July 12th, 2010

Diversity: Unleashing Innovation


I once heard that the blades of modern wind turbines are modeled after the fins of humpback whales.  I’m not sure its true, but there is a striking resemblance, and such a practice has a name in design and engineering: biomimicry.

There is a less specific, more systemic feature of natural systems that I am interested in: the role of diversity.  It seems that diversity has a protective effect on some of the most critical natural systems, which directly or indirectly impact social well-being and human health; for example, its role in natural carbon sequestration, water purification, curing disease, and – oh yeah – evolution.

The protective effect of diversity occurs elsewhere, too.  In finance, diversity is a strategy for managing non-systemic risk; anyone that had all of their financial portfolio tied up in Enron stock knows this well.  And all those arguments about energy independence? In effect, those are arguments for energy diversity; a mix of generation sources – and the “smart grid” to manage them – could potentially avoid price shocks, supply shortages, and blackouts.

So diversity is a good thing for nature, design, finance and energy – so what? Well, as a self-proclaimed innovation economist, I’m always looking for the traits and characteristics of nurturing innovative projects, teams, solutions, ventures and geographic “clusters” (See Chris’ new survey to elect your city), and research I conducted while in b-school led me to believe that diversity is a key component for driving innovation.  The hypothesis that I  didn’t, but would like to, research further: the passive investments in nurturing diversity to drive innovation are just as important as hard spending on R&D.

Of course, diversity isn’t just cultural – it can derive from the cross-pollination of and collaboration between public-private partnerships, intra-industry ventures, and institutional “mash-ups.”  The latter is the focus of projects like Upstate Venture Connect, a project seeking to accelerate the linkage between academia, private and institutional capital, and workforce and industrial capacity in upstate New York.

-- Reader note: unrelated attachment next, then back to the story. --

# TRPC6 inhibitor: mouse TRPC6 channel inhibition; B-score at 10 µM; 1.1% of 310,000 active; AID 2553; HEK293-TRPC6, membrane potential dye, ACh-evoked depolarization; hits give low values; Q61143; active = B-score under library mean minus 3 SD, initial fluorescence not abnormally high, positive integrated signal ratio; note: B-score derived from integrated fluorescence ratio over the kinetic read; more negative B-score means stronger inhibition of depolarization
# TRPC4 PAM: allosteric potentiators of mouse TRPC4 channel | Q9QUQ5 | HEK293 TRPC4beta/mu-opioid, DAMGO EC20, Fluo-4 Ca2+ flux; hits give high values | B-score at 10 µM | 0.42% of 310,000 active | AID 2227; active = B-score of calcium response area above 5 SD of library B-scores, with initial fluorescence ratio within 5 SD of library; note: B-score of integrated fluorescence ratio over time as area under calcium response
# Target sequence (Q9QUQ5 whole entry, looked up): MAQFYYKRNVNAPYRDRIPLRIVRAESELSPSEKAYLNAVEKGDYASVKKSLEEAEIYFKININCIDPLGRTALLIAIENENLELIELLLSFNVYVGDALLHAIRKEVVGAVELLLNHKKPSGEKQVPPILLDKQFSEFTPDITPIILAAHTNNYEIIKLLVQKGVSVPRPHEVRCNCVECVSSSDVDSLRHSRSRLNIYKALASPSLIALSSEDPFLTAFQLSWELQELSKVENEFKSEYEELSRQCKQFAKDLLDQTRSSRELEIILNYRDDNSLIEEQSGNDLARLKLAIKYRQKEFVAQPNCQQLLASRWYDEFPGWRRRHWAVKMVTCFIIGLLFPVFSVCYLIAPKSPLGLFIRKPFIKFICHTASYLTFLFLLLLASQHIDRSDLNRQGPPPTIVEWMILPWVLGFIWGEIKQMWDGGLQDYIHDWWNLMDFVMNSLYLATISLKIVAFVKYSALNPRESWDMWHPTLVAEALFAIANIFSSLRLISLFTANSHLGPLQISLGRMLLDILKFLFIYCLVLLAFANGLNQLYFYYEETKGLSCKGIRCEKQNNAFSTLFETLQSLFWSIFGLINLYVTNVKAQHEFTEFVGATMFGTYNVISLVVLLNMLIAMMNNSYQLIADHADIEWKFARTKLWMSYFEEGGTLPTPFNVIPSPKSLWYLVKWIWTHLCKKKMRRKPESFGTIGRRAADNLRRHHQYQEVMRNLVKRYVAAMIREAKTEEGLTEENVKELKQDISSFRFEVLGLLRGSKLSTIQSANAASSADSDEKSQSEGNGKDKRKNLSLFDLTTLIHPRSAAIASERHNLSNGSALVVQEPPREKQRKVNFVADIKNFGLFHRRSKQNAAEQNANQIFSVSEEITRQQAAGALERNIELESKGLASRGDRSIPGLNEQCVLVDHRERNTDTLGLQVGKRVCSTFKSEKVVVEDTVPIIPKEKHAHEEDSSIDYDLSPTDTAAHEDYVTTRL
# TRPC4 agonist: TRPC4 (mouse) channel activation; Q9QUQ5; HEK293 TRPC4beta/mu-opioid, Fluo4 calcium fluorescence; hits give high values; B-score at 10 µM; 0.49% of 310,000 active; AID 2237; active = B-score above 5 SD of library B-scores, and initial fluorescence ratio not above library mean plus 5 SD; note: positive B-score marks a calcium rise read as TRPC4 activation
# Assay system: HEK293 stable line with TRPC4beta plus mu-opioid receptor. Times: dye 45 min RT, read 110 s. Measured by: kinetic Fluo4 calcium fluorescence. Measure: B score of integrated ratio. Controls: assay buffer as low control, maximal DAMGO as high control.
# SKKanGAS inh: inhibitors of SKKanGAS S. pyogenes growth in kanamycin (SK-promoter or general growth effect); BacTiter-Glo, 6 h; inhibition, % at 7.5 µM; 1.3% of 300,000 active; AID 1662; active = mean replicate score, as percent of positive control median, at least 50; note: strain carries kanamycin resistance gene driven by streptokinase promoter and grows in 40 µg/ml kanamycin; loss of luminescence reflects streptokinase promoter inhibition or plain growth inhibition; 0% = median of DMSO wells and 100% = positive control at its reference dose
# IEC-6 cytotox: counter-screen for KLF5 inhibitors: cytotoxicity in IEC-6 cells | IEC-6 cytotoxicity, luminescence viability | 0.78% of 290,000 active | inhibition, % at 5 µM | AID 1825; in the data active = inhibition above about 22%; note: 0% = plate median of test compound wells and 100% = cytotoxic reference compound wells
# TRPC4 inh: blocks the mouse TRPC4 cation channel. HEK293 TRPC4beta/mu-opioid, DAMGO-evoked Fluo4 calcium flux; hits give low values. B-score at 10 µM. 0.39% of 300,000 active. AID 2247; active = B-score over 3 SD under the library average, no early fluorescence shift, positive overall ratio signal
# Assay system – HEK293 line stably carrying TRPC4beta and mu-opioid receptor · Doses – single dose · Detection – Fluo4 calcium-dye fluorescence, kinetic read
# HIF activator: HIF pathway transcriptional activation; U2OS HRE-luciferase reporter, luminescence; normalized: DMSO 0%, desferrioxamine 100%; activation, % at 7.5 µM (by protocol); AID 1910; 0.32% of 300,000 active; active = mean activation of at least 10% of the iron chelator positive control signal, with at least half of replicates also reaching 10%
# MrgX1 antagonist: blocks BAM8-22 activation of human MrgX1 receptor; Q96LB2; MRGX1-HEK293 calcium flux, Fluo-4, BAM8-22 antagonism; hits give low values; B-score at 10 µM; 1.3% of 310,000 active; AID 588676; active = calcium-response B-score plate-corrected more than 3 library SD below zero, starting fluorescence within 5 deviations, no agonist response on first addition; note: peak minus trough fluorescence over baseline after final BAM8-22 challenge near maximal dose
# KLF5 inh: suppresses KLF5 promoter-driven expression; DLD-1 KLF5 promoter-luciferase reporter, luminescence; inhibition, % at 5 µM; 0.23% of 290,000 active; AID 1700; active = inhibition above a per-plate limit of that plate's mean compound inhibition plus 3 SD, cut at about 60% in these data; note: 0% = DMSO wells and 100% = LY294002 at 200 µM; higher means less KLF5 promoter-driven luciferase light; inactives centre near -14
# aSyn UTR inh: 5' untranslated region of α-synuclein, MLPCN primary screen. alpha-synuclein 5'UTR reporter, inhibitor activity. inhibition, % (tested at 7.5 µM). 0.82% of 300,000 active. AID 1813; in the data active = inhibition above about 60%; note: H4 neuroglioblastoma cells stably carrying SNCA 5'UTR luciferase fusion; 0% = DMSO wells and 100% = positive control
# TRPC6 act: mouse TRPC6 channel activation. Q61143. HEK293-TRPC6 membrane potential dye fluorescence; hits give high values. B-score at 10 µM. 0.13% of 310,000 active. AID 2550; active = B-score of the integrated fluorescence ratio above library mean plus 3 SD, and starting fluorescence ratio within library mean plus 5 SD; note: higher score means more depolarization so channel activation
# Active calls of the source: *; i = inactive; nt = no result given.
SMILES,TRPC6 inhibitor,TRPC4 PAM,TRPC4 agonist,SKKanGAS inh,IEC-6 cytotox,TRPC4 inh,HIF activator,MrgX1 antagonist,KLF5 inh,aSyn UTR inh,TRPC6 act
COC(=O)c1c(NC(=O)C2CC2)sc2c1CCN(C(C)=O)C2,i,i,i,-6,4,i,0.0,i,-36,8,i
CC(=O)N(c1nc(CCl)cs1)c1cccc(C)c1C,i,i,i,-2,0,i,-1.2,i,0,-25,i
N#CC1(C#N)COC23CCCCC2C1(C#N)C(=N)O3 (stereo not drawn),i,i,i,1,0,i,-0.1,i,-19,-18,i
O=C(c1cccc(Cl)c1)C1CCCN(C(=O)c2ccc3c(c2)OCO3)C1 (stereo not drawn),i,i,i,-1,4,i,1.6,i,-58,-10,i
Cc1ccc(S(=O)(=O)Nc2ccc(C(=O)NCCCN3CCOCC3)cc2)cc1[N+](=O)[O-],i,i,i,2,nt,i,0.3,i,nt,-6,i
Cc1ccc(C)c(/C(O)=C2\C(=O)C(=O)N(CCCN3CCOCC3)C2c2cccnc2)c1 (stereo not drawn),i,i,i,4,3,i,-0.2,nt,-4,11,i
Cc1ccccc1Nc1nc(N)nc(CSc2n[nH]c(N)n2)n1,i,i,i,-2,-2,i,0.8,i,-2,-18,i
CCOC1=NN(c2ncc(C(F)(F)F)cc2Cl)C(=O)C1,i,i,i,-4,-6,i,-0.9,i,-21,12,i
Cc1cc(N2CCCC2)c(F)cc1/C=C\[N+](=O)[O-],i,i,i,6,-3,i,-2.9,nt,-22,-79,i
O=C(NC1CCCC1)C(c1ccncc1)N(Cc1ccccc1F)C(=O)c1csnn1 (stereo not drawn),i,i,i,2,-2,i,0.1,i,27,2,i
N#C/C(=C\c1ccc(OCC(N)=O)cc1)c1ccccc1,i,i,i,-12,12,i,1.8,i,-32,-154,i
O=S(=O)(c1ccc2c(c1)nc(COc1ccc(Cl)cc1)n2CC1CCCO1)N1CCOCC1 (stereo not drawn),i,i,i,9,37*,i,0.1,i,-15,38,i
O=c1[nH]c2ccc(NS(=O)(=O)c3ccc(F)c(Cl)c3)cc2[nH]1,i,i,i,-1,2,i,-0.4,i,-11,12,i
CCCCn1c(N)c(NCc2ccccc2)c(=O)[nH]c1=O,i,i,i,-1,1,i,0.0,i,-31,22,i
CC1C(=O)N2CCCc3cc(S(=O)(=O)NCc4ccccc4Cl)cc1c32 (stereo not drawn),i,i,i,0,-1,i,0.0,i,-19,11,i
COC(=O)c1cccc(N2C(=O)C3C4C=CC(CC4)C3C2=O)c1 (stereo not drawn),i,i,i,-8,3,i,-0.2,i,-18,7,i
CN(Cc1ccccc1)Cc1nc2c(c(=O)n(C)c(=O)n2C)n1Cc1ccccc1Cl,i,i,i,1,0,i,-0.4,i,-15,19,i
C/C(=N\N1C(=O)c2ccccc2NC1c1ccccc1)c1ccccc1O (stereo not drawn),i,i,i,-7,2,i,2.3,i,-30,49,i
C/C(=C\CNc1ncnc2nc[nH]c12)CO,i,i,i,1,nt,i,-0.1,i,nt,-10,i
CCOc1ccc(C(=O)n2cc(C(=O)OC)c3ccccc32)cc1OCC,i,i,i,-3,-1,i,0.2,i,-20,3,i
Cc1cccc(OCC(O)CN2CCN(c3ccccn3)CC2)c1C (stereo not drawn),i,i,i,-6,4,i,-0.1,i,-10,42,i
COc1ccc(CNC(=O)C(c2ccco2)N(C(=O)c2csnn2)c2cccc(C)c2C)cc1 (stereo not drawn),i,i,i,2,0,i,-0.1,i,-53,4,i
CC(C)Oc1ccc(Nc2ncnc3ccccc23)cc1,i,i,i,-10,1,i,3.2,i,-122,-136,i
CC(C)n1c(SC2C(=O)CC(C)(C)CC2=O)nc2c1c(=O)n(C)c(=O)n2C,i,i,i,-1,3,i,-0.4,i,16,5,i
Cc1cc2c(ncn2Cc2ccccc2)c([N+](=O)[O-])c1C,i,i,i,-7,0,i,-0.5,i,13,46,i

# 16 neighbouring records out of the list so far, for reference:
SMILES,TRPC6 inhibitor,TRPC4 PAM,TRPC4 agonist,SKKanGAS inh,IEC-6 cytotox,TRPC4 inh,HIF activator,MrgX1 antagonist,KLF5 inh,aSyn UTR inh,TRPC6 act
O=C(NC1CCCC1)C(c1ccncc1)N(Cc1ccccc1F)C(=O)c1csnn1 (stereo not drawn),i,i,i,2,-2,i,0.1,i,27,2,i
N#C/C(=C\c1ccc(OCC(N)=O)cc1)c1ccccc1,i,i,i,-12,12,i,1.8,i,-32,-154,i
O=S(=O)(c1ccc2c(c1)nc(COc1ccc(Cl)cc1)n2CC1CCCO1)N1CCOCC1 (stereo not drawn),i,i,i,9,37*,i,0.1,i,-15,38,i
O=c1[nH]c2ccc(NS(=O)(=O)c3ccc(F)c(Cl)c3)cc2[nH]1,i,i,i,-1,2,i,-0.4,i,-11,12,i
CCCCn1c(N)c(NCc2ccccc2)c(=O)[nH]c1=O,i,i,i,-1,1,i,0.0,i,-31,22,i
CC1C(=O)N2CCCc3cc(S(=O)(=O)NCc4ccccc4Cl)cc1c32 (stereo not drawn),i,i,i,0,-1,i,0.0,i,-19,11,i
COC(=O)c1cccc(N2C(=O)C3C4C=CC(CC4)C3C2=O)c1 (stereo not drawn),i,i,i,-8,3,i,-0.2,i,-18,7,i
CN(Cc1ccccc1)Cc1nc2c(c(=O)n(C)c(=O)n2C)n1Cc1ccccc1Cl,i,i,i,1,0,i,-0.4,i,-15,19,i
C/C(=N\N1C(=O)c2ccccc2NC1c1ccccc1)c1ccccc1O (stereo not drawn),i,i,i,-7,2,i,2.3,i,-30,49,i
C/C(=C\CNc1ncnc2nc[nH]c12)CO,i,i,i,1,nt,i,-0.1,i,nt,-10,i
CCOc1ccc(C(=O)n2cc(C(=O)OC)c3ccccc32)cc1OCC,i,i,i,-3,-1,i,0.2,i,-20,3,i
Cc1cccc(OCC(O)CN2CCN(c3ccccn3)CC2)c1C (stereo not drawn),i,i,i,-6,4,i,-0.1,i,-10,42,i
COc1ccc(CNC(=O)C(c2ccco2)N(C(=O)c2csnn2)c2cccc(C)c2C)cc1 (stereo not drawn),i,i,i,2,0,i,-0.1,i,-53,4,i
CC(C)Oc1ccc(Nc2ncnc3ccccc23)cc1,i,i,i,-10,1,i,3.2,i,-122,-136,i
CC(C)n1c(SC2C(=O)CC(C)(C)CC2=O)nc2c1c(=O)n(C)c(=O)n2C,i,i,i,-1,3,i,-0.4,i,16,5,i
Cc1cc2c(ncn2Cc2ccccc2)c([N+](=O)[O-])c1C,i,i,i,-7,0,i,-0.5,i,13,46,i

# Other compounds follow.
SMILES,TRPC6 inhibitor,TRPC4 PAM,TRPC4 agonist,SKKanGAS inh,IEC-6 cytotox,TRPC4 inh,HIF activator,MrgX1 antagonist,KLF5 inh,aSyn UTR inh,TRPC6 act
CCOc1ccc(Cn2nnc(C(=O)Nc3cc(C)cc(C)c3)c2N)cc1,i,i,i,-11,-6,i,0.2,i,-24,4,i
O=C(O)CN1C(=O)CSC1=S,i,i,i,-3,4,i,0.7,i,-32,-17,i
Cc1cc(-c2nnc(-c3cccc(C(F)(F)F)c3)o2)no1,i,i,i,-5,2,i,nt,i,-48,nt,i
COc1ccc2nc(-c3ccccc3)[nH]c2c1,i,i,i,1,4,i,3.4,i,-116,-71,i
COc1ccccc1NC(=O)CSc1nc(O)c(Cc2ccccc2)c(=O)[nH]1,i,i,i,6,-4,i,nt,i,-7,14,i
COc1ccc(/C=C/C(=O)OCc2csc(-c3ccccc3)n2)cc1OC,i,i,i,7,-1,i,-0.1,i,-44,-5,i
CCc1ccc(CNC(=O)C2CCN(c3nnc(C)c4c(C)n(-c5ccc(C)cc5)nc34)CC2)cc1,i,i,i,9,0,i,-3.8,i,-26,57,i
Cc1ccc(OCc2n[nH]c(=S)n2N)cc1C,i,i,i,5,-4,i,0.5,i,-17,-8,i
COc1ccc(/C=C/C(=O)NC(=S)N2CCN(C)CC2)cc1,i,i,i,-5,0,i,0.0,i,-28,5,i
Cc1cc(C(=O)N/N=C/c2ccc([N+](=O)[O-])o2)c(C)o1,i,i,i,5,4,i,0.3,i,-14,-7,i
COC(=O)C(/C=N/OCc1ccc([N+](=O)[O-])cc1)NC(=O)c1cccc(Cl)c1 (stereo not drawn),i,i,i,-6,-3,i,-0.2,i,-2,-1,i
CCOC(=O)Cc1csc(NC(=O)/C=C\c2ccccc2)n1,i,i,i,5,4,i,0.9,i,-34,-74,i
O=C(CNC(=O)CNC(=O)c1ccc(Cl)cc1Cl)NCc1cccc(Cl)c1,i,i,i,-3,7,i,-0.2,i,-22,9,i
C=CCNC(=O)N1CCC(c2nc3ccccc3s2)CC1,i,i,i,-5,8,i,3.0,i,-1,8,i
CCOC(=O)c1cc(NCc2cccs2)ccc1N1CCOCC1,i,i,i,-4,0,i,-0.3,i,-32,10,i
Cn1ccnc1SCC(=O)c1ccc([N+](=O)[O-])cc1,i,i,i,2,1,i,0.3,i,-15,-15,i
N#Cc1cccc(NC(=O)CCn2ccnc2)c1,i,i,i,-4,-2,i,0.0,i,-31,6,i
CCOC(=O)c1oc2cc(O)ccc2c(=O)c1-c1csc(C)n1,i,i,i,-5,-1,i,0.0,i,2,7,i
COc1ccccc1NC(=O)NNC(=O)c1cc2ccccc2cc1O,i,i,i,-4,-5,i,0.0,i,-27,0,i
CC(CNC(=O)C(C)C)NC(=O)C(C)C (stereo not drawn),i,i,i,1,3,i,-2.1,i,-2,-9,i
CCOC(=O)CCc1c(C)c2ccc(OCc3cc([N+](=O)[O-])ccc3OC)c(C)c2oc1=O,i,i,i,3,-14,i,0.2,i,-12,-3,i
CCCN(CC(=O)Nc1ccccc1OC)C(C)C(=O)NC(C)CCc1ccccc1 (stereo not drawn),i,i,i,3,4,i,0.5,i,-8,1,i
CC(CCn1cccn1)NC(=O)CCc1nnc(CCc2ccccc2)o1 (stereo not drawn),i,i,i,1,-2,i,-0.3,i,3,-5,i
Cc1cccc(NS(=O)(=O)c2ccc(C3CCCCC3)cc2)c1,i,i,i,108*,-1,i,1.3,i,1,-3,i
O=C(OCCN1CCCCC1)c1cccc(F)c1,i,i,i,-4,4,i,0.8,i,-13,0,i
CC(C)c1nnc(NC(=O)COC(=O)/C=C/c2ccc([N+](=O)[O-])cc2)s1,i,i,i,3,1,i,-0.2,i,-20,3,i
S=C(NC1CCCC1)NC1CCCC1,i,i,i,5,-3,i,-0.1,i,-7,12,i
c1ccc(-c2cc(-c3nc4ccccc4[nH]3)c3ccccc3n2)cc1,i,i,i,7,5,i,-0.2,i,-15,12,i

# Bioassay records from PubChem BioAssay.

It’s my belief that the diversity in the U.S. is a prime factor for our nation’s innovation leadership.  Arizona S.B. 1070 notwithstanding, a long tradition of favorable immigration policies have led to what Tom Friedman calls “the world’s biggest and most diverse pool of high-I.Q. risk-takers.”  In my view, the U.S. is still uniquely positioned for “innovation incubation,” an important consideration for those who believe we can innovate our way out of global meltdown (pun not intended, but appropriate I suppose).

Humpback photo credit: Nancy Black.

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Matt Marino

About Matt Marino

Matt C. Marino is a LEED Green Associate and 2010 graduate of the Boston College Carroll School of Management MBA program, where he studied energy and technology markets. Upon graduation, Matt started work as a Market and Policy Analyst at First Wind in Boston. He is also the founder of Clean Pursuits (@cleanpursuits) a “for-benefit” venture committed to developing cleantech applications for communities in need; and the co-founder of Switchback Life (@SwitchbackLife), a healthy snacks company. When not working, Matt can be found making lists and training for ultra-distance endurance competitions, often with his Brittany (spaniel), Cooper.

  • http://www.thegreenlightdistrikt.com Chris Williams


    I love the post and can't agree more, a diversity of perspectives is the most important things.

    I just listened to an awesome discussion where the speaker said that because the world is changing so fast, if the purpose of the firm in the 20th century was to minimize transaction costs, its purpose in the 21st century is to learn as fast as possible.